// The isBetween simply masks the two actual functions, conditionally returning the appropriate one.
// This one was formatted differently, simply to fit in the browser window.
const isBetween = (inclusive) =>
  (min, max) => 
    (value) => 
      inclusive ? isBetweenWeak(min, max)(value) :
                  isBetweenStrict(min, max)(value)

// The first excludes the min and max values...
const isBetweenStrict = (min, max) =>
  (value) => 

// ... while the second accepts them as in-range.
const isBetweenWeak = (min, max) =>
  (value) =>

Moving on...

Those functions all return a true or false value. I have given them descriptive names, that tell you two things: first, that they're a Boolean function (they check if a given value is something), and second, what the function itself does. isNotEqual() is very descriptive. Each of those functions was designed for a specific use: a modular approach to writing filter functions.

These are by no means the limit of what we might want in a functional filter library, simply a starting point. But the point of this exercise is to write code that becomes more self-documenting, so let's try an example of how that might look.

// given this array... 
const array = [1, 2, 4, 7, 3, 2, 9, 11, 5, 27, -3, 8];

// we can write this, and it works fine.
const filteredArray = array.filter(function(value){
  return value<=7;

// or with our library of handy functions, we could partially apply
//   one, and use that:
const isLessThanOrEqualTo7 = isLessThanOrEqualTo(7);
// we now have a function that is ready to be used in a filter,
//   but that also describes its intent.
const filteredArray2 = array.filter(isLessThanOrEqualTo7);

So the second, while it seems a little more verbose, does the same thing. But it also tells us exactly what it is doing. It is self-documenting. As much as possible, it's good practice to use named functions for filter(), map(), sort() and reduce(), or indeed, nearly any callback function. Let's see another example.

We haven't created one yet, but perhaps we want to filter our elements based on even or odd values. We could simply add this function to our functional filter collection:

// A number is even if, when divided by two, it has a remainder
//   of zero.
const isEven = (value) => isEqual(0)(value%2)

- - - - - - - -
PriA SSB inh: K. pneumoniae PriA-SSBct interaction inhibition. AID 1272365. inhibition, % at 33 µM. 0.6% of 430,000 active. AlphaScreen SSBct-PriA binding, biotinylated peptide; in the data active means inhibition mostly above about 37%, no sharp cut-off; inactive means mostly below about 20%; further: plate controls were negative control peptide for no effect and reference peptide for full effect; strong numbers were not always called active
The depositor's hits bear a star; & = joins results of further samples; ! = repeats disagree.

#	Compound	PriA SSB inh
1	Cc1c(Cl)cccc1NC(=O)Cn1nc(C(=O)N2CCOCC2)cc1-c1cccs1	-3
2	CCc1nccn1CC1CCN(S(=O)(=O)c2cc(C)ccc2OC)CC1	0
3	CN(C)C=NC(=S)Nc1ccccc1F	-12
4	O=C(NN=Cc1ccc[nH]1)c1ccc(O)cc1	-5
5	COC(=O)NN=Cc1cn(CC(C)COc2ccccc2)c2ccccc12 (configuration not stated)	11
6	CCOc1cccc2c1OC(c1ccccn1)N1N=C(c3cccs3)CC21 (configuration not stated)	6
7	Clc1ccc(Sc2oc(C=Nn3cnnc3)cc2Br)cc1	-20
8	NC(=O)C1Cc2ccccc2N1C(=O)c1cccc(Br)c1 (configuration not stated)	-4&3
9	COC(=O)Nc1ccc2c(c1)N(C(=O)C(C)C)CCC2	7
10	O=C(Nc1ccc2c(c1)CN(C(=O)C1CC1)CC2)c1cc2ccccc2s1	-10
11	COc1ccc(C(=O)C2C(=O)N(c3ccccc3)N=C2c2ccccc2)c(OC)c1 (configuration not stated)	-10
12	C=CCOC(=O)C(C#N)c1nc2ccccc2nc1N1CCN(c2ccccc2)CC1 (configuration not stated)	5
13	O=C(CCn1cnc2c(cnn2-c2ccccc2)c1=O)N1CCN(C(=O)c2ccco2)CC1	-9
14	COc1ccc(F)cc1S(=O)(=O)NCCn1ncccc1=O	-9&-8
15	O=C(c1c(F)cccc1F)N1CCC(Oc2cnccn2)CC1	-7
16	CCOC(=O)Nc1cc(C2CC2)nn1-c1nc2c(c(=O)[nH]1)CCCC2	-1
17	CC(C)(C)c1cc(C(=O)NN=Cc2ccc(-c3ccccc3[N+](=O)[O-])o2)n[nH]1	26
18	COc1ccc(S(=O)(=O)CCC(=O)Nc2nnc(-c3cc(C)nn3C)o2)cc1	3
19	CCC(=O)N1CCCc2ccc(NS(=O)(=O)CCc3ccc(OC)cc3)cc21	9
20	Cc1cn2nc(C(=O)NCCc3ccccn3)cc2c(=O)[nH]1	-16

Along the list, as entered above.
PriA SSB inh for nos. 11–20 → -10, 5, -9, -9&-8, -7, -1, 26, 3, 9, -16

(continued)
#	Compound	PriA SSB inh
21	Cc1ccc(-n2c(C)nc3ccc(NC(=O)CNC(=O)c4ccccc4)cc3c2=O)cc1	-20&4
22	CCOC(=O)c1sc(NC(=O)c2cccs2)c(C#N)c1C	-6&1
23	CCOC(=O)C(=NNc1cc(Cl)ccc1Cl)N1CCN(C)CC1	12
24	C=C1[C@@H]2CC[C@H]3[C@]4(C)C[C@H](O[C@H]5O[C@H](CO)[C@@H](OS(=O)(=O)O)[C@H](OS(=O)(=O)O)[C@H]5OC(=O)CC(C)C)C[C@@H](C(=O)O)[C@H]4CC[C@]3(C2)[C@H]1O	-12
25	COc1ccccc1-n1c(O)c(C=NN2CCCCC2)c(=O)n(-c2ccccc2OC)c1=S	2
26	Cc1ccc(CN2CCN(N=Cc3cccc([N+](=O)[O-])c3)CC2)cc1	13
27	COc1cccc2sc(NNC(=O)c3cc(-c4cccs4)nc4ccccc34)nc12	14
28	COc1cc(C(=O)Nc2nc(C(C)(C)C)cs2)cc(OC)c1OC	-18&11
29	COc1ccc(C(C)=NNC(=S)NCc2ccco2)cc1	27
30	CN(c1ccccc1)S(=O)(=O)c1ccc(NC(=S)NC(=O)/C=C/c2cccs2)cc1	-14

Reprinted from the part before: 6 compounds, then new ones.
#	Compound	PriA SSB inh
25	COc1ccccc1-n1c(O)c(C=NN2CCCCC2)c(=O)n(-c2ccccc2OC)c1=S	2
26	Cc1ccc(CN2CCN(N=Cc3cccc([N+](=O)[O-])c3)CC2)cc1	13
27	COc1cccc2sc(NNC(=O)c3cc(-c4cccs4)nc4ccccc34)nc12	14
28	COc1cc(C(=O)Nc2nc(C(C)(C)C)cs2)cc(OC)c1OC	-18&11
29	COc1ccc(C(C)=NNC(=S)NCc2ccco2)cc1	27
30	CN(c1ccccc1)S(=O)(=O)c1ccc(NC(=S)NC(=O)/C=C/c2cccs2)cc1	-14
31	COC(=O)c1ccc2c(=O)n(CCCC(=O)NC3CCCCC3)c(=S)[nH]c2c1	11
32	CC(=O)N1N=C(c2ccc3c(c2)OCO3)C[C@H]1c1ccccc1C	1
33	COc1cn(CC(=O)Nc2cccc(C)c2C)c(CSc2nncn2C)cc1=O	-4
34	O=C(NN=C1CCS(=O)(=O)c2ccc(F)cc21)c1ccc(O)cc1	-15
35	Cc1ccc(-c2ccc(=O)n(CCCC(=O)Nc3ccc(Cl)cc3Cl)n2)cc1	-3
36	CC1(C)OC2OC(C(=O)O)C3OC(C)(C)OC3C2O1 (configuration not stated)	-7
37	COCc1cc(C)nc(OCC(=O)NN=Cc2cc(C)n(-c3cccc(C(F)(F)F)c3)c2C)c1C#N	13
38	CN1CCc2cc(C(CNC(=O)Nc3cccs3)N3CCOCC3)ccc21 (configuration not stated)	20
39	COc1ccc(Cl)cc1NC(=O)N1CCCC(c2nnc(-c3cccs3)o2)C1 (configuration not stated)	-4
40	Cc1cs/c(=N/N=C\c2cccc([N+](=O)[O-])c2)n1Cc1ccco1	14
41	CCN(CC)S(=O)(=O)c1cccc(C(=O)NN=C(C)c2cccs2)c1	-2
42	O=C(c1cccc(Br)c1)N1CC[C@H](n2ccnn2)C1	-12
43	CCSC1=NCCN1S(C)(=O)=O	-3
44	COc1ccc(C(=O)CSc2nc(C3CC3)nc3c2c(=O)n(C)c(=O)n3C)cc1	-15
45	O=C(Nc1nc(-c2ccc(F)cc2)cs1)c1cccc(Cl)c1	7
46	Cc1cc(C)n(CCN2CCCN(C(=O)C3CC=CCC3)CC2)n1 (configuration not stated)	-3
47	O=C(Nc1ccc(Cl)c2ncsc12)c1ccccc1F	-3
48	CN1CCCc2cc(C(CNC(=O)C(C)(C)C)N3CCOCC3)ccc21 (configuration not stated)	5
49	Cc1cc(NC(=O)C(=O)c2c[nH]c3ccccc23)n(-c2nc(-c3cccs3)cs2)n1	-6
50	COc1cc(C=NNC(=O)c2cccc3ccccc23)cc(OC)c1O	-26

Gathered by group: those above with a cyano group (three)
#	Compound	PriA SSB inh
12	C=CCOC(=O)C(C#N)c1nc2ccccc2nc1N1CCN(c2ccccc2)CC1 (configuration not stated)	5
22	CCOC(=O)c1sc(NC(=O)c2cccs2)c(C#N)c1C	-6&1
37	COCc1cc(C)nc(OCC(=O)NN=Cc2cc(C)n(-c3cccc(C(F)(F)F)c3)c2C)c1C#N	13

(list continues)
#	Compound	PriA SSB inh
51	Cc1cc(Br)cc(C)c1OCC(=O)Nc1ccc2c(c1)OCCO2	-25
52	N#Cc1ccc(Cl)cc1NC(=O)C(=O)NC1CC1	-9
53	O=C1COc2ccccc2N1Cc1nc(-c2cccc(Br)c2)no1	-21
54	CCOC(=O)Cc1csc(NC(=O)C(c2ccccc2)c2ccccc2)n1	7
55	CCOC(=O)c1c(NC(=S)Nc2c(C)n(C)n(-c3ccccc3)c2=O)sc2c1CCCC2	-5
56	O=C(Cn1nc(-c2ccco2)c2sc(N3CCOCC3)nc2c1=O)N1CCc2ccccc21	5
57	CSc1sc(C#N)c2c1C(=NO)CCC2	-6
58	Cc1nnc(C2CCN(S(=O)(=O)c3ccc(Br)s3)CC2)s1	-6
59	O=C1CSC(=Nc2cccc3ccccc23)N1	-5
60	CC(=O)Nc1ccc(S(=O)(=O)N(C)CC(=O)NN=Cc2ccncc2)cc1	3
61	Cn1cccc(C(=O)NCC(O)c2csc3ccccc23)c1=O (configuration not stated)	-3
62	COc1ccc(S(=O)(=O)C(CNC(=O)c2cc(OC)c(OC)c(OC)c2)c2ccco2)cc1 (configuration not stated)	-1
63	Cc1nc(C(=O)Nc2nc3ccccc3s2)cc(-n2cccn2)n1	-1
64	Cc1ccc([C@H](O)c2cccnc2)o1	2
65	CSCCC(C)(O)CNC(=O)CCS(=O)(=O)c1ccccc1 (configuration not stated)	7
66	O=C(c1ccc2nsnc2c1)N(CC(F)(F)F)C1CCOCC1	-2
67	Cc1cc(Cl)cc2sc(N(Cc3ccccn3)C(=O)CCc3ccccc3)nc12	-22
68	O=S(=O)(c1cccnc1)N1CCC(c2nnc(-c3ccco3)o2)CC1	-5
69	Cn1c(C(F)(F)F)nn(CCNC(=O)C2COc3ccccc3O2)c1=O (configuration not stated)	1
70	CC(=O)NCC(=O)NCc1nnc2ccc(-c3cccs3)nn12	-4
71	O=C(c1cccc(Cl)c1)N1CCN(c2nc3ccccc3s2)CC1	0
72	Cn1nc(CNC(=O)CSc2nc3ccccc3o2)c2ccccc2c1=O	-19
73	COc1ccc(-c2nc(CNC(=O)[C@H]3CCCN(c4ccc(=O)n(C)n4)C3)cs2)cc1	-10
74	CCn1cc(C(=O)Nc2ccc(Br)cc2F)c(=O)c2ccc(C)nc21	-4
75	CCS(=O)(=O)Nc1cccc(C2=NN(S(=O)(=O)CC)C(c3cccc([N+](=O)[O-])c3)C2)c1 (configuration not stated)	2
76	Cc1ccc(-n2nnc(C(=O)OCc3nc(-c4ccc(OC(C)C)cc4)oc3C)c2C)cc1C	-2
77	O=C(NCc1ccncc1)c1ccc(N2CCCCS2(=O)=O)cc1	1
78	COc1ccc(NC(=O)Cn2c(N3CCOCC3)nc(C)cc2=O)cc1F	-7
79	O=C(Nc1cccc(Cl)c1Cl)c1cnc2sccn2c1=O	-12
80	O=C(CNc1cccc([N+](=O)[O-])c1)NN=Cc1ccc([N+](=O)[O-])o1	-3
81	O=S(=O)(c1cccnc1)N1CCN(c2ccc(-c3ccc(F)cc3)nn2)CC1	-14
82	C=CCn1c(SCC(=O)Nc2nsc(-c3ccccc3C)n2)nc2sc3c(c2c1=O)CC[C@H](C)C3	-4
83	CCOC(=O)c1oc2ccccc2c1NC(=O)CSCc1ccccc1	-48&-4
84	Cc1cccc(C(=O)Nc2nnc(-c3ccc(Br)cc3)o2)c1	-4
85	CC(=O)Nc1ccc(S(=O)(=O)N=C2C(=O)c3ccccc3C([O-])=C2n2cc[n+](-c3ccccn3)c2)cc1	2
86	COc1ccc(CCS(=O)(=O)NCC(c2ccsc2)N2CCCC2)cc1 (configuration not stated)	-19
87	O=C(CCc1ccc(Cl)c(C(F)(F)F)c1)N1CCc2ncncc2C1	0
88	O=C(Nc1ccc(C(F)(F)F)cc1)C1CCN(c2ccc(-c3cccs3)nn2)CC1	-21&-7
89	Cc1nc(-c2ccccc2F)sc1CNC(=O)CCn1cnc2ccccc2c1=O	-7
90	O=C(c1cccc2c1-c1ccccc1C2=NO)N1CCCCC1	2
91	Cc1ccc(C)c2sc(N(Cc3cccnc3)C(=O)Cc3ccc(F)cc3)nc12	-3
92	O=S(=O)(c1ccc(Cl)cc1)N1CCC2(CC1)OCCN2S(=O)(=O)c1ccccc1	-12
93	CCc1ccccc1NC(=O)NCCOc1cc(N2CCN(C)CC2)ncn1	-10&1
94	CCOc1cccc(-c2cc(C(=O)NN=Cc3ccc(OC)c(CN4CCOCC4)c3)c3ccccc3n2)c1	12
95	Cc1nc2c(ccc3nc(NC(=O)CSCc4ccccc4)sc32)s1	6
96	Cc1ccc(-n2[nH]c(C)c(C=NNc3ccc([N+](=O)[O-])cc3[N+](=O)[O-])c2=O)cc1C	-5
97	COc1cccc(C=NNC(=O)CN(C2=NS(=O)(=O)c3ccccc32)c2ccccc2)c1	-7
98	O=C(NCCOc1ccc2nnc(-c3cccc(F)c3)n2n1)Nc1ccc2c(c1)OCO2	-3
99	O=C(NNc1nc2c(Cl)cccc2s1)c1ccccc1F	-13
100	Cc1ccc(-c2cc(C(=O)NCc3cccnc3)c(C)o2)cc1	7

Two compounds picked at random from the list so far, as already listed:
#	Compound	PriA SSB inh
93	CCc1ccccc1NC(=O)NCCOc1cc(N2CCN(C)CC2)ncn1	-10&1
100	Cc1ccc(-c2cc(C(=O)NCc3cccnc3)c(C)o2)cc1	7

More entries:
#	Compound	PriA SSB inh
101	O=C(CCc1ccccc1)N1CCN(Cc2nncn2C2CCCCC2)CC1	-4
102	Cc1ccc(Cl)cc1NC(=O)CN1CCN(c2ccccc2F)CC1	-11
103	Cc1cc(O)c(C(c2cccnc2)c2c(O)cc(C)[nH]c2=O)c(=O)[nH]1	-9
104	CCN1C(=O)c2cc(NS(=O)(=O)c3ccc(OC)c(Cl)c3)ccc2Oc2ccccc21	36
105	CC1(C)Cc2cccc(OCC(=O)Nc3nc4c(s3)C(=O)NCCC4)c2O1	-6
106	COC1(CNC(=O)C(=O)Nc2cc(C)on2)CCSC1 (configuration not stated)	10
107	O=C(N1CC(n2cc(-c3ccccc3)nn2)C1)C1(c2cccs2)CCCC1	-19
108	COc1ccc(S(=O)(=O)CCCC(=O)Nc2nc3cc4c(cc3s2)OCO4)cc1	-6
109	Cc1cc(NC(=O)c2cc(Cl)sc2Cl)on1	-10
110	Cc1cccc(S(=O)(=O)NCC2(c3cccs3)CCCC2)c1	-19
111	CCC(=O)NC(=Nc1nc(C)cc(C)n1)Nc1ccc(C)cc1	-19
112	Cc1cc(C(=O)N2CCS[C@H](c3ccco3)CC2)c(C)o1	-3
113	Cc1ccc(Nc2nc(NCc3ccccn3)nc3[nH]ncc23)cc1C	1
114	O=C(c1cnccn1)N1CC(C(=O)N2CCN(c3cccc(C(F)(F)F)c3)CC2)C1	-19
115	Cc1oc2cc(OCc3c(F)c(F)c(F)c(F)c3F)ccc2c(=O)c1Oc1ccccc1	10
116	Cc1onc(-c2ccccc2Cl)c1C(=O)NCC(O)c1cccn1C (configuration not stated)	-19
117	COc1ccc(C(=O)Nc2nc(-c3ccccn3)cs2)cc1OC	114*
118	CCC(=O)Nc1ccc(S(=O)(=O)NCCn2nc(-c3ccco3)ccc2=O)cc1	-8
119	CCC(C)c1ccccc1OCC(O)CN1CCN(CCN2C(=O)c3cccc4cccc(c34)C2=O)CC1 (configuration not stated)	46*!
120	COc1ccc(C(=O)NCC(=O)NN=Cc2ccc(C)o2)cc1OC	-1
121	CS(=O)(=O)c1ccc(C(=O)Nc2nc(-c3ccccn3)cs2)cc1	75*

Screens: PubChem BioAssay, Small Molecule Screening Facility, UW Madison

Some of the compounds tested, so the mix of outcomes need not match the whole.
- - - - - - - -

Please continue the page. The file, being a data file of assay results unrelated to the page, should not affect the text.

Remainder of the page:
// We could also have done:
const isEven2 = (value) => value%2 === 0

So the above function could be used with our same array, exactly as is:

const array = [1, 2, 4, 7, 3, 2, 9, 11, 5, 27, -3, 8];

const filteredArray = array.filter(isEven)

And, just like that, the filter tells us exactly what it's filtering for. But hey, what if we wanted to change that, to filter for even-numbered array indexes? Can we DO that? As a matter of fact, yes:

const array = [1, 2, 4, 7, 3, 2, 9, 11, 5, 27, -3, 8];

// we write a named function, in order to keep filter self-documenting.
const indexIsEven = (value, index) => isEven(index);

const filteredArray = array.filter(indexIsEven)

Remember, a callback passed into a filter takes up to three parameters: a value, an index, and a reference to the original array. In our case, we wrap our isEven() in a function that takes the first two parameters, and apply it to the second. The value parameter is never used.

Again, our function, indexIsEven(), is intended to be very self-documenting. It tells us specifically what it's doing, it tells us that it's doing a comparison and, if we use a consistent naming style, the Is in there tells us it will return a Boolean.

But what if...?

What if your array was something other than numbers? Would our functions still work? We can test them:

const array = ['Lara','Bill','Bob','Jenny','Bill','Lara','Denise'];

// Simply for the convenience of self-documenting names, let's 
//  create a partially applied version of the isEqual function here.
const isNamed = (name) => isEqual(name)

// And we can actually apply that function. 
const isNamedLara = isNamed('Lara')

console.log( array.filter( isNamedLara ) )